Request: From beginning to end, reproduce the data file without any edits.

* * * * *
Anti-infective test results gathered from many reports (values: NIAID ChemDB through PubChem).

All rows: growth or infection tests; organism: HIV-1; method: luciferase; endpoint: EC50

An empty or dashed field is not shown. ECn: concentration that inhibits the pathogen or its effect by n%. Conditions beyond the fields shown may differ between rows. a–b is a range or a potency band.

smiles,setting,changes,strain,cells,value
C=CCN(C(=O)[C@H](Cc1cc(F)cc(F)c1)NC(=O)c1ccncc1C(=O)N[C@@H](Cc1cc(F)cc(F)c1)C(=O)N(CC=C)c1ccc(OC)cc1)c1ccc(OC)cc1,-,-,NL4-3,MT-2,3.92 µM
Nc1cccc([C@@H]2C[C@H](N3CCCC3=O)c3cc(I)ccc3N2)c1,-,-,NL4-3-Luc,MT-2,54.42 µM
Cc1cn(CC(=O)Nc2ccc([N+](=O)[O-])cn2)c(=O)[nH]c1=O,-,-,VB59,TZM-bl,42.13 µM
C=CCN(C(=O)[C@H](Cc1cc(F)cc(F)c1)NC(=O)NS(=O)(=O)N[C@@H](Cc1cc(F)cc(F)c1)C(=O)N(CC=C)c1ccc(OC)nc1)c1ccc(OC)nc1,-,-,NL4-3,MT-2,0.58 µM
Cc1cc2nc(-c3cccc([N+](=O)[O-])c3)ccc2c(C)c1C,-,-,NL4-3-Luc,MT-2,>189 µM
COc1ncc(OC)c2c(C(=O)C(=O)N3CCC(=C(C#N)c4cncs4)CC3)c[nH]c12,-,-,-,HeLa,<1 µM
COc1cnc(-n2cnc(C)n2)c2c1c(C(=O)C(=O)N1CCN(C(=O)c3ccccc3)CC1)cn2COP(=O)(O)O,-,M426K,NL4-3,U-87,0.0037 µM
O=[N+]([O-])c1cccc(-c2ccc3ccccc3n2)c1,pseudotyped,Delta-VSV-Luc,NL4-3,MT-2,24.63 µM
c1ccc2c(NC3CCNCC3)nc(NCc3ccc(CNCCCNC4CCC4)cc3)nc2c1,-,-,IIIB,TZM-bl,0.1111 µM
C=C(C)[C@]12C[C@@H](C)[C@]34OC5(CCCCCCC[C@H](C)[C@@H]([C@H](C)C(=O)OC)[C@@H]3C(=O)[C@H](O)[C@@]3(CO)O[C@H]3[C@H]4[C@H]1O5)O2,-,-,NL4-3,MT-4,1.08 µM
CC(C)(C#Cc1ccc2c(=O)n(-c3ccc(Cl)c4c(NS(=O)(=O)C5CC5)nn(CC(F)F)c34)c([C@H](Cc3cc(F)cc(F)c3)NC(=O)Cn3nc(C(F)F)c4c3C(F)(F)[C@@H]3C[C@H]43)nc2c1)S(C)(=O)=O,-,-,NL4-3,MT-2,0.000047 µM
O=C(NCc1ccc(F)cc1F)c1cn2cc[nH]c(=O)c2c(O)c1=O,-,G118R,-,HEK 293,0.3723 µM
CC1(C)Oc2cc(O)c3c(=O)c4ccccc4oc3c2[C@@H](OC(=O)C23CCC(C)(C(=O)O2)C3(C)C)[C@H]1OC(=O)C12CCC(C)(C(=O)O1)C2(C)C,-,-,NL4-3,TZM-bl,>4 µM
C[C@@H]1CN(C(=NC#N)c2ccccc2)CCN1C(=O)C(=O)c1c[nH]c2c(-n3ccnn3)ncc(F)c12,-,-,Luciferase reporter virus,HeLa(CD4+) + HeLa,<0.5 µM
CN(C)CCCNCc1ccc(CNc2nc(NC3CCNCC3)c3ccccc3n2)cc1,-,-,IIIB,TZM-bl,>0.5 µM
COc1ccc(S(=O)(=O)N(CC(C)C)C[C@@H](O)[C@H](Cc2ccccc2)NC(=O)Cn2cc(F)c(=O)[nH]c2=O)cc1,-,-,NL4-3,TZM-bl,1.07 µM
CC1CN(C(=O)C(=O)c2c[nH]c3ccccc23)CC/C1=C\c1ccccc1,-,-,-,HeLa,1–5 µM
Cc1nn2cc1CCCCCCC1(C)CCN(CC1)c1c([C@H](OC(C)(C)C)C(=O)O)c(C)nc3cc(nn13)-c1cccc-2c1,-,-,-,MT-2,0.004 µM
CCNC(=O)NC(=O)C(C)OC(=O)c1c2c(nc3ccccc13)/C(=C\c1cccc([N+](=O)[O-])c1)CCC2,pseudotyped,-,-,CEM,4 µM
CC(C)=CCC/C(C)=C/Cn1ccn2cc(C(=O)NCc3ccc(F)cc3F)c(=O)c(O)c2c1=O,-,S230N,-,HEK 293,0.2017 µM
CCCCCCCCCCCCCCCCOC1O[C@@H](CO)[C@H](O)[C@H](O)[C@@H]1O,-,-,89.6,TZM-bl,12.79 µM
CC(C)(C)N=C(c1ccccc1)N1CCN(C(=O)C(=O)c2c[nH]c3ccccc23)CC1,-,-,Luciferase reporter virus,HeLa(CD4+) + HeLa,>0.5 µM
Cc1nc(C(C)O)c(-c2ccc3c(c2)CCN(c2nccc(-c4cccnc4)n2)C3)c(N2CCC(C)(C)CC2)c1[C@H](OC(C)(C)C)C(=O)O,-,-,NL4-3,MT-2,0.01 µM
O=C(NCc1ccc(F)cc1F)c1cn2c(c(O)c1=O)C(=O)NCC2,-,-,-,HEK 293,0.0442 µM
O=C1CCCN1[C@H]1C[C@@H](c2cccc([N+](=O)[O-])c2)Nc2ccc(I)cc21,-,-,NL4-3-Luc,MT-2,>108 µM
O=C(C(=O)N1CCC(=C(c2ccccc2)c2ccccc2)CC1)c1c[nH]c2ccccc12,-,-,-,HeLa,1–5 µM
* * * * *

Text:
Anti-infective test results gathered from many reports (values: NIAID ChemDB through PubChem).

All rows: growth or infection tests; organism: HIV-1; method: luciferase; endpoint: EC50

An empty or dashed field is not shown. ECn: concentration that inhibits the pathogen or its effect by n%. Conditions beyond the fields shown may differ between rows. a–b is a range or a potency band.

smiles,setting,changes,strain,cells,value
C=CCN(C(=O)[C@H](Cc1cc(F)cc(F)c1)NC(=O)c1ccncc1C(=O)N[C@@H](Cc1cc(F)cc(F)c1)C(=O)N(CC=C)c1ccc(OC)cc1)c1ccc(OC)cc1,-,-,NL4-3,MT-2,3.92 µM
Nc1cccc([C@@H]2C[C@H](N3CCCC3=O)c3cc(I)ccc3N2)c1,-,-,NL4-3-Luc,MT-2,54.42 µM
Cc1cn(CC(=O)Nc2ccc([N+](=O)[O-])cn2)c(=O)[nH]c1=O,-,-,VB59,TZM-bl,42.13 µM
C=CCN(C(=O)[C@H](Cc1cc(F)cc(F)c1)NC(=O)NS(=O)(=O)N[C@@H](Cc1cc(F)cc(F)c1)C(=O)N(CC=C)c1ccc(OC)nc1)c1ccc(OC)nc1,-,-,NL4-3,MT-2,0.58 µM
Cc1cc2nc(-c3cccc([N+](=O)[O-])c3)ccc2c(C)c1C,-,-,NL4-3-Luc,MT-2,>189 µM
COc1ncc(OC)c2c(C(=O)C(=O)N3CCC(=C(C#N)c4cncs4)CC3)c[nH]c12,-,-,-,HeLa,<1 µM
COc1cnc(-n2cnc(C)n2)c2c1c(C(=O)C(=O)N1CCN(C(=O)c3ccccc3)CC1)cn2COP(=O)(O)O,-,M426K,NL4-3,U-87,0.0037 µM
O=[N+]([O-])c1cccc(-c2ccc3ccccc3n2)c1,pseudotyped,Delta-VSV-Luc,NL4-3,MT-2,24.63 µM
c1ccc2c(NC3CCNCC3)nc(NCc3ccc(CNCCCNC4CCC4)cc3)nc2c1,-,-,IIIB,TZM-bl,0.1111 µM
C=C(C)[C@]12C[C@@H](C)[C@]34OC5(CCCCCCC[C@H](C)[C@@H]([C@H](C)C(=O)OC)[C@@H]3C(=O)[C@H](O)[C@@]3(CO)O[C@H]3[C@H]4[C@H]1O5)O2,-,-,NL4-3,MT-4,1.08 µM
CC(C)(C#Cc1ccc2c(=O)n(-c3ccc(Cl)c4c(NS(=O)(=O)C5CC5)nn(CC(F)F)c34)c([C@H](Cc3cc(F)cc(F)c3)NC(=O)Cn3nc(C(F)F)c4c3C(F)(F)[C@@H]3C[C@H]43)nc2c1)S(C)(=O)=O,-,-,NL4-3,MT-2,0.000047 µM
O=C(NCc1ccc(F)cc1F)c1cn2cc[nH]c(=O)c2c(O)c1=O,-,G118R,-,HEK 293,0.3723 µM
CC1(C)Oc2cc(O)c3c(=O)c4ccccc4oc3c2[C@@H](OC(=O)C23CCC(C)(C(=O)O2)C3(C)C)[C@H]1OC(=O)C12CCC(C)(C(=O)O1)C2(C)C,-,-,NL4-3,TZM-bl,>4 µM
C[C@@H]1CN(C(=NC#N)c2ccccc2)CCN1C(=O)C(=O)c1c[nH]c2c(-n3ccnn3)ncc(F)c12,-,-,Luciferase reporter virus,HeLa(CD4+) + HeLa,<0.5 µM
CN(C)CCCNCc1ccc(CNc2nc(NC3CCNCC3)c3ccccc3n2)cc1,-,-,IIIB,TZM-bl,>0.5 µM
COc1ccc(S(=O)(=O)N(CC(C)C)C[C@@H](O)[C@H](Cc2ccccc2)NC(=O)Cn2cc(F)c(=O)[nH]c2=O)cc1,-,-,NL4-3,TZM-bl,1.07 µM
CC1CN(C(=O)C(=O)c2c[nH]c3ccccc23)CC/C1=C\c1ccccc1,-,-,-,HeLa,1–5 µM
Cc1nn2cc1CCCCCCC1(C)CCN(CC1)c1c([C@H](OC(C)(C)C)C(=O)O)c(C)nc3cc(nn13)-c1cccc-2c1,-,-,-,MT-2,0.004 µM
CCNC(=O)NC(=O)C(C)OC(=O)c1c2c(nc3ccccc13)/C(=C\c1cccc([N+](=O)[O-])c1)CCC2,pseudotyped,-,-,CEM,4 µM
CC(C)=CCC/C(C)=C/Cn1ccn2cc(C(=O)NCc3ccc(F)cc3F)c(=O)c(O)c2c1=O,-,S230N,-,HEK 293,0.2017 µM
CCCCCCCCCCCCCCCCOC1O[C@@H](CO)[C@H](O)[C@H](O)[C@@H]1O,-,-,89.6,TZM-bl,12.79 µM
CC(C)(C)N=C(c1ccccc1)N1CCN(C(=O)C(=O)c2c[nH]c3ccccc23)CC1,-,-,Luciferase reporter virus,HeLa(CD4+) + HeLa,>0.5 µM
Cc1nc(C(C)O)c(-c2ccc3c(c2)CCN(c2nccc(-c4cccnc4)n2)C3)c(N2CCC(C)(C)CC2)c1[C@H](OC(C)(C)C)C(=O)O,-,-,NL4-3,MT-2,0.01 µM
O=C(NCc1ccc(F)cc1F)c1cn2c(c(O)c1=O)C(=O)NCC2,-,-,-,HEK 293,0.0442 µM
O=C1CCCN1[C@H]1C[C@@H](c2cccc([N+](=O)[O-])c2)Nc2ccc(I)cc21,-,-,NL4-3-Luc,MT-2,>108 µM
O=C(C(=O)N1CCC(=C(c2ccccc2)c2ccccc2)CC1)c1c[nH]c2ccccc12,-,-,-,HeLa,1–5 µM